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WHEN one buys housing accommodation from a developer in Malaysia, the terms of the sale and purchase agreement with the developer are prescribed by law (S&P), specifically the Housing Development (Control and Licensing) Regulations 1989 (HDR 1989).

Depending on the type of development, a developer is required to deliver vacant possession of the property (commonly referred to as VP) within 24 months or 36 months from the date of the S&P. If the VP is delivered after the prescribed period, the developer needs to compensate the purchaser for every day of the delay, unless extension of time is granted under the HDR 1989.

So, when does the 24-month or 36-month period start? From the date the booking fee is paid? Or from the date of the S&P?

This seemingly straightforward question has caused dispute between developers and home buyers. Past cases have held that for purposes of ascertaining the date of delivery of VP, time starts to run when the purchaser paid the booking fee.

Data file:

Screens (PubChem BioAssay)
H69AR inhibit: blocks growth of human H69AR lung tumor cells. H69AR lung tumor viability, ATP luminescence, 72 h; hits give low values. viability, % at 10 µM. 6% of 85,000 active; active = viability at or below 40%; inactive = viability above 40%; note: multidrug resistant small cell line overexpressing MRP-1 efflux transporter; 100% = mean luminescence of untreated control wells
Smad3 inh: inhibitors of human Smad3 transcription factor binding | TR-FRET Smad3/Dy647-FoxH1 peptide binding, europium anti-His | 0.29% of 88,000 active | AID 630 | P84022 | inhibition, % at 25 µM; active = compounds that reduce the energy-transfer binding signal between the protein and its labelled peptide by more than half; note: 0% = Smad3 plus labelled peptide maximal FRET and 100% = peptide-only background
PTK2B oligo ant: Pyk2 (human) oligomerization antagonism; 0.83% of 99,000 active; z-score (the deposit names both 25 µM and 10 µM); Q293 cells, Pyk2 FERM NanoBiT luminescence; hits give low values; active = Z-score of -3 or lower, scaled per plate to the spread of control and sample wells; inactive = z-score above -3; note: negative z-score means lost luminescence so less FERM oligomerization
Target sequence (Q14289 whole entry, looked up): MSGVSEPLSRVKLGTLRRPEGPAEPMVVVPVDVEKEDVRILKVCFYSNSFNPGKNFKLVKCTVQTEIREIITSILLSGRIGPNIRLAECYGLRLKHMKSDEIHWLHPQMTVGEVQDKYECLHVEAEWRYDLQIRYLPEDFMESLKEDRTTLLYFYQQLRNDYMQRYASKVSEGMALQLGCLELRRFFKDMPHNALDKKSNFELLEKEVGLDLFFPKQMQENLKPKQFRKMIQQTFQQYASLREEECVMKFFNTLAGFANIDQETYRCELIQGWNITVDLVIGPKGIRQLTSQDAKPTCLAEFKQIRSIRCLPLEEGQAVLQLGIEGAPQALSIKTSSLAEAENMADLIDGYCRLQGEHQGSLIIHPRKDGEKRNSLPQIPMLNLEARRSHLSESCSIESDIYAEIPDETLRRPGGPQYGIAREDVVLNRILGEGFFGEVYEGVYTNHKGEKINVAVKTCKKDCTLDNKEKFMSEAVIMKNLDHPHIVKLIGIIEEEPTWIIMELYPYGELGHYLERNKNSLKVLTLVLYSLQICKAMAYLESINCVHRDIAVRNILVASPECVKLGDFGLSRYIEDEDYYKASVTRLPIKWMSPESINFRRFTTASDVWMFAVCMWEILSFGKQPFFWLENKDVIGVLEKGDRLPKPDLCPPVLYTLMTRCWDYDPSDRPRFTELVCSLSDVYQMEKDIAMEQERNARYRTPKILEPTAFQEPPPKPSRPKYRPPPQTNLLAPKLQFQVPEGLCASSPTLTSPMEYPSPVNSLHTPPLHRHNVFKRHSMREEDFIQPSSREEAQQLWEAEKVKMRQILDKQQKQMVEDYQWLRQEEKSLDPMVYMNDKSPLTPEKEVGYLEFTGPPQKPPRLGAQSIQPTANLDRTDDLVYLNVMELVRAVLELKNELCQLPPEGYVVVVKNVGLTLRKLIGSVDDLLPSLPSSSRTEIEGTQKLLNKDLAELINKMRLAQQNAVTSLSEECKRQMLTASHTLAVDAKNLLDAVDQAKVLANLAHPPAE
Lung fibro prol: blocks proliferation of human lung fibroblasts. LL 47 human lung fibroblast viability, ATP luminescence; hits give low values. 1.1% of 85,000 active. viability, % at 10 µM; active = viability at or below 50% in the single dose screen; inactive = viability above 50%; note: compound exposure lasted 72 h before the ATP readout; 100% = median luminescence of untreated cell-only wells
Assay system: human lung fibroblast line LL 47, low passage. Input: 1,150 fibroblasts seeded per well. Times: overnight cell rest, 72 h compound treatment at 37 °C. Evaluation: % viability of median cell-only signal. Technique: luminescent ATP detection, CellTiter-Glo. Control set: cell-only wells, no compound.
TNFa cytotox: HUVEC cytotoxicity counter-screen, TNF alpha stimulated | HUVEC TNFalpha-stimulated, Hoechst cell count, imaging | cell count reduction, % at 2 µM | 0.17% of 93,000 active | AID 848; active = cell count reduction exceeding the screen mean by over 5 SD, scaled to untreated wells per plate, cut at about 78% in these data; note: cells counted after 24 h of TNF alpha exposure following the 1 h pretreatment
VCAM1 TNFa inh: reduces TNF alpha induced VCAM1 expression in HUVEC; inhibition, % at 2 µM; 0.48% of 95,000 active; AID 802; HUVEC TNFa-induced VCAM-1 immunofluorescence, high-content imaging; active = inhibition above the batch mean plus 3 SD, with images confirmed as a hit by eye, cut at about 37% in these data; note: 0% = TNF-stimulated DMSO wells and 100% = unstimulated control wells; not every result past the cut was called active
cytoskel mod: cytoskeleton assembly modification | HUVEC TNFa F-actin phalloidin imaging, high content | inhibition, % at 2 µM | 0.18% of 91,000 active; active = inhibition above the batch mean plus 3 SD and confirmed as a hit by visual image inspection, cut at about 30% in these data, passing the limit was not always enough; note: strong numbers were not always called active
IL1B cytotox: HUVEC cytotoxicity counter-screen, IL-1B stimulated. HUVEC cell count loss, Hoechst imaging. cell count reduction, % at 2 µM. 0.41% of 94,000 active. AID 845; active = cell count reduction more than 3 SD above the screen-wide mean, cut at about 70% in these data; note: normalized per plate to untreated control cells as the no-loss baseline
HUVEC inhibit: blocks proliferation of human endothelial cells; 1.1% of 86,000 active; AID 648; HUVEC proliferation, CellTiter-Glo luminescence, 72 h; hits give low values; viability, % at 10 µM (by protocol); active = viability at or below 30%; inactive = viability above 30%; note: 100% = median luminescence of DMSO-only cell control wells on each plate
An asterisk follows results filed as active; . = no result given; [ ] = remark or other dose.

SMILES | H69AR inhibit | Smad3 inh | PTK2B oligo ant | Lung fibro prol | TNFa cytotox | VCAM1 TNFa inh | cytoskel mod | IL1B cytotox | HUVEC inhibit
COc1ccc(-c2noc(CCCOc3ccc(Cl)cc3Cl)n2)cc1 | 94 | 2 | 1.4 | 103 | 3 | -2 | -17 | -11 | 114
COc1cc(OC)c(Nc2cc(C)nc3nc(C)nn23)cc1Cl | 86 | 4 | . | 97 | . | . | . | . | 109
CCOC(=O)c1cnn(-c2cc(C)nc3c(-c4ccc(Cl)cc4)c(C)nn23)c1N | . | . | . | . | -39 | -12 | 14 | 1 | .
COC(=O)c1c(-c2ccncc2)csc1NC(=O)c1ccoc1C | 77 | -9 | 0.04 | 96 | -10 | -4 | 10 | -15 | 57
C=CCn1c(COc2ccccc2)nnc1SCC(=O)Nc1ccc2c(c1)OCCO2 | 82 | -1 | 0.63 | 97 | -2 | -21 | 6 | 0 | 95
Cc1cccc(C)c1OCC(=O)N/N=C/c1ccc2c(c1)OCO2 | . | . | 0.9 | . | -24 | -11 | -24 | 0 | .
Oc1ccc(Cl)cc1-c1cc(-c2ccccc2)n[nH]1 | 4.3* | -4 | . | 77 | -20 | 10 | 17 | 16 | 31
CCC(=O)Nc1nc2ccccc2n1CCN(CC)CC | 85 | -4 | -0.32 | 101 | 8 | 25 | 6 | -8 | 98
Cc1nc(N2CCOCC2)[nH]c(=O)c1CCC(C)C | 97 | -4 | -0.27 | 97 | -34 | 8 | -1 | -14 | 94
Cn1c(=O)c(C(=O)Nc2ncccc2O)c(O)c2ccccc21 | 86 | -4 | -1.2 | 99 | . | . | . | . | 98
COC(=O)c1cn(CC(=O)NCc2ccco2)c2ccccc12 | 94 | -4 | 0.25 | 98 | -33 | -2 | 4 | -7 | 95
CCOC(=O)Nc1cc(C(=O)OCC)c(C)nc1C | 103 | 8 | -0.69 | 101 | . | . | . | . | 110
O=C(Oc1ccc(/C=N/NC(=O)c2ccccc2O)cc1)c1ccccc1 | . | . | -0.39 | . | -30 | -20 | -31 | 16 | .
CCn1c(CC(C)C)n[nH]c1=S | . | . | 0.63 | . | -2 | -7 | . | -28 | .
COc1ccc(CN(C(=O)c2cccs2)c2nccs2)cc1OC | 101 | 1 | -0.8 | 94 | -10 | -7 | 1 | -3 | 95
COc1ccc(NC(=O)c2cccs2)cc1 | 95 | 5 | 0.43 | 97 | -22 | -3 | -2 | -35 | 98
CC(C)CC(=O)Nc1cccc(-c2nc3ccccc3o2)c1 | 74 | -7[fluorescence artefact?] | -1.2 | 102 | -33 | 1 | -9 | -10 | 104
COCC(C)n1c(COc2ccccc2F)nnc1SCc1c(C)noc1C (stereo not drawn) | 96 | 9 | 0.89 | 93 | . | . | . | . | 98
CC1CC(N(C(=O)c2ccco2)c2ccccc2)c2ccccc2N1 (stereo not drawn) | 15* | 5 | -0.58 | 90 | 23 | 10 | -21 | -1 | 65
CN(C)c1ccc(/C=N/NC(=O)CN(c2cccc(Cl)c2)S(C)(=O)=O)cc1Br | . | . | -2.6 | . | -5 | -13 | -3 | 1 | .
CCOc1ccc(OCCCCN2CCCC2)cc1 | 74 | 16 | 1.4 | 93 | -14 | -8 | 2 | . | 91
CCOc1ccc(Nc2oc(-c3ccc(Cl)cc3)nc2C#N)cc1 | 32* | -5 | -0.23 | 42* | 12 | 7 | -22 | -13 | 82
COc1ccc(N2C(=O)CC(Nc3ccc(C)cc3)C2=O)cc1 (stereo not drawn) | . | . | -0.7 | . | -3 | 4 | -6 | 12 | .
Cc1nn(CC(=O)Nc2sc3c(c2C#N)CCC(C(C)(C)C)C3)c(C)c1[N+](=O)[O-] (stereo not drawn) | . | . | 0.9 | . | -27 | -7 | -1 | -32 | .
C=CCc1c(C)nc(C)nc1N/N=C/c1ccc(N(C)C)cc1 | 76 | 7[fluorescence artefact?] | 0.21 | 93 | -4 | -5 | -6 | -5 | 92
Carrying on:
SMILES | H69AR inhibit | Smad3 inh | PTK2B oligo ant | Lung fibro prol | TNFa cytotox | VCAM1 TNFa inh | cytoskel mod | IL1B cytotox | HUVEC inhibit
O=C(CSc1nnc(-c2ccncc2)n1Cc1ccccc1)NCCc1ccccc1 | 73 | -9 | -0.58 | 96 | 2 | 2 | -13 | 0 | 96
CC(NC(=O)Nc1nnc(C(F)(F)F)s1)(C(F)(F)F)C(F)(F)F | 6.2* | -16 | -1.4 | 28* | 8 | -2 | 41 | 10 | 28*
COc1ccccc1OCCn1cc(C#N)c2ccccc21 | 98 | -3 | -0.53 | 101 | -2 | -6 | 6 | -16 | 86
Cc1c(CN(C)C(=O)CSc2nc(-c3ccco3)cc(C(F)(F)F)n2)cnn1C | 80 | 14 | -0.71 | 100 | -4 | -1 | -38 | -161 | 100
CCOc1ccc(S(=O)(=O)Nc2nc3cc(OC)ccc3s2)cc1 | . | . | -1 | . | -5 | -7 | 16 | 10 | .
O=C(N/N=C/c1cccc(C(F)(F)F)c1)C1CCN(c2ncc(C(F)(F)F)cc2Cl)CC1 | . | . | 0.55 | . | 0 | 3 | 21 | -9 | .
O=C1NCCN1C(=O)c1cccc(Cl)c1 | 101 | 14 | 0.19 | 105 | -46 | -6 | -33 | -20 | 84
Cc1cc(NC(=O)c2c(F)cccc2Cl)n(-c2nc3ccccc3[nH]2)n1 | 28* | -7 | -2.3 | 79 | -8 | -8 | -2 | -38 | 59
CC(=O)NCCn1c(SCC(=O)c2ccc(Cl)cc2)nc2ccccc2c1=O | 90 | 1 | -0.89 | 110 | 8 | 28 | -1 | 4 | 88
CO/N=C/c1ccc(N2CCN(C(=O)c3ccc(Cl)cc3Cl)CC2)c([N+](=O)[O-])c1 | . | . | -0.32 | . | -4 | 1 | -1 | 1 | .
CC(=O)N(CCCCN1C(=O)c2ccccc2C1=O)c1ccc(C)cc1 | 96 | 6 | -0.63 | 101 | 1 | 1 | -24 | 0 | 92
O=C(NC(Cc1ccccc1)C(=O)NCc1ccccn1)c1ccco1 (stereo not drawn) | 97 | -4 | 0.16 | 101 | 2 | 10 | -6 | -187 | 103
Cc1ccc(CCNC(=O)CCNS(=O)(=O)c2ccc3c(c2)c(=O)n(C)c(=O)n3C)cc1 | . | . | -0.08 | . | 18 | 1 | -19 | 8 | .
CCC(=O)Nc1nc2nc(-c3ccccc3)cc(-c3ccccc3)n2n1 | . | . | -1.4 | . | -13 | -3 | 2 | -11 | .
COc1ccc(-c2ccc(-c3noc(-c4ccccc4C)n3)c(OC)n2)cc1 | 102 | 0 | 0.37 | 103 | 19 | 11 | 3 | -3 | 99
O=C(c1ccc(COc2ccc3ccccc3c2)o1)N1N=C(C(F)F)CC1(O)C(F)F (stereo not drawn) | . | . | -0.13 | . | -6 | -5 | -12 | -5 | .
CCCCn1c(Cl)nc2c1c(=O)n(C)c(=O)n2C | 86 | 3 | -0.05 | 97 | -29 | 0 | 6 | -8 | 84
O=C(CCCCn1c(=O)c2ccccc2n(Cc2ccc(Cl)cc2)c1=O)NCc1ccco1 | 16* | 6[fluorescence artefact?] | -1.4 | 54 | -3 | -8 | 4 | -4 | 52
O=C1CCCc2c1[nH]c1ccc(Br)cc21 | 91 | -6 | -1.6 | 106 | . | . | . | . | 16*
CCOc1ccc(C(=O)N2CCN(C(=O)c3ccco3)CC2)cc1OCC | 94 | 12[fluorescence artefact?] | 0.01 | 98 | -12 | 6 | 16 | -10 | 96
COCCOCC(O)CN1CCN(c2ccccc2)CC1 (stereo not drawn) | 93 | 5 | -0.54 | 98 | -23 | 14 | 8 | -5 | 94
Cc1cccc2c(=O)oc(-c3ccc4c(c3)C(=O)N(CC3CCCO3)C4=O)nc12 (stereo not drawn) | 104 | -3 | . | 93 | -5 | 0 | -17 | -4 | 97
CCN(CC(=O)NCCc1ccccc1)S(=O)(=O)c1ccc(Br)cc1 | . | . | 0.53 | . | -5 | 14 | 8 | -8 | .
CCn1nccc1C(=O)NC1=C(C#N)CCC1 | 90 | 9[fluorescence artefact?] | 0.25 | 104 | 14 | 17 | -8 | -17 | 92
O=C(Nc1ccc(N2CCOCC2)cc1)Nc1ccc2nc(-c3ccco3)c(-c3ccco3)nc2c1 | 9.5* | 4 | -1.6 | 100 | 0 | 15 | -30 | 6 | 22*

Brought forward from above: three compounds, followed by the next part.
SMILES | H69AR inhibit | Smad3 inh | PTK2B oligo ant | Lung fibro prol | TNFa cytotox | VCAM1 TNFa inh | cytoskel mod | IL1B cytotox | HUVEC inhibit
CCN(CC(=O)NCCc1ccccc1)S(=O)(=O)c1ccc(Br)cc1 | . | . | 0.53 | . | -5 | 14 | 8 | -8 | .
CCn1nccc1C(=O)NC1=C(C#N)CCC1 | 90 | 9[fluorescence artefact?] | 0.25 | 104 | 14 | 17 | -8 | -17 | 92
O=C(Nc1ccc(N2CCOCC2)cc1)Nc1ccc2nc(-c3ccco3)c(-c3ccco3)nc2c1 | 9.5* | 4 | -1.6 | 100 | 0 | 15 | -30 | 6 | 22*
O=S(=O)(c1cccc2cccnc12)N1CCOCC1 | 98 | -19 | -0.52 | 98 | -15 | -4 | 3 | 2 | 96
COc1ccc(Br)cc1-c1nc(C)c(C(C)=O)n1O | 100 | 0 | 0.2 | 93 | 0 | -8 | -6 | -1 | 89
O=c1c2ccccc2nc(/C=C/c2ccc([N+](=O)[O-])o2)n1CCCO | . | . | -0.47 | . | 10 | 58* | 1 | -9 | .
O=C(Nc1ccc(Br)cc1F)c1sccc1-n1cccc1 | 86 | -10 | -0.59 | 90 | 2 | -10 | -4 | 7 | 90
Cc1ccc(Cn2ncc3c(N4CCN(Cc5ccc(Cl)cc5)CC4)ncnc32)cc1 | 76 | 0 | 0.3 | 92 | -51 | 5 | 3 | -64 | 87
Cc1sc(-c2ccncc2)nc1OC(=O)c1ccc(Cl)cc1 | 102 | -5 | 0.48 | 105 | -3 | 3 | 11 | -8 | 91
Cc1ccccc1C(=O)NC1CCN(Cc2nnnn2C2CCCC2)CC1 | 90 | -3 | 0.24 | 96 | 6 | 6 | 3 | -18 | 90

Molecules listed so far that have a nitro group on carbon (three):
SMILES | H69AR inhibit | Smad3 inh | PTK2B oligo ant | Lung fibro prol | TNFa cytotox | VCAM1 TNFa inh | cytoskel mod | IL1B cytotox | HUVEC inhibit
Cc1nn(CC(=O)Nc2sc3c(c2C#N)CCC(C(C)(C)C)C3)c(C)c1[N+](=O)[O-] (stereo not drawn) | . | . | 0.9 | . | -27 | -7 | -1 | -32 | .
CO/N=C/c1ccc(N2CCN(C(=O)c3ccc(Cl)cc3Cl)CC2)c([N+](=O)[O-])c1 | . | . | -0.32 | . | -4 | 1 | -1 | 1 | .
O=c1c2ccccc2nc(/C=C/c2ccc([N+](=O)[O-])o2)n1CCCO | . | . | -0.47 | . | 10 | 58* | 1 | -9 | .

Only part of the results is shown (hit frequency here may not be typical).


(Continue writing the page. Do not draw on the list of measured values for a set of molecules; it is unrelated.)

These are the cases of Hoo See Sen & Anor v PUBLIC BANK BHD & Anor, 1988 (Hoo See Sen) and Faber Union Sdn Bhd v Chew Nyat Shong & Anor, 1995 (Chew Nyat Shong). The question then seemed settled.This position is beneficial to purchasers since the booking fee is usually paid before signing of the S&P. However, to be clear, the S&P prescribed under the current HDR 1989 in fact states that time starts from the date of the S&P.

So, when does time for delivery of VP actually start to run? The Court of Appeal has, in two recent cases, added some confusion to the seemingly settled question.

GJH Avenue case

In the recent judgement of GJH Avenue Sdn Bhd v Tribunal Tuntutan Pembeli Rumah & Ors (GJH Avenue case), the Court of Appeal clarified the words “from the date of this agreement” should be interpreted as the date of the S&P. In other words, the period for delivery VP commences from the date of the S&P. Therefore, the sooner one signs the S&P, the earlier one can expect to get VP.

Case background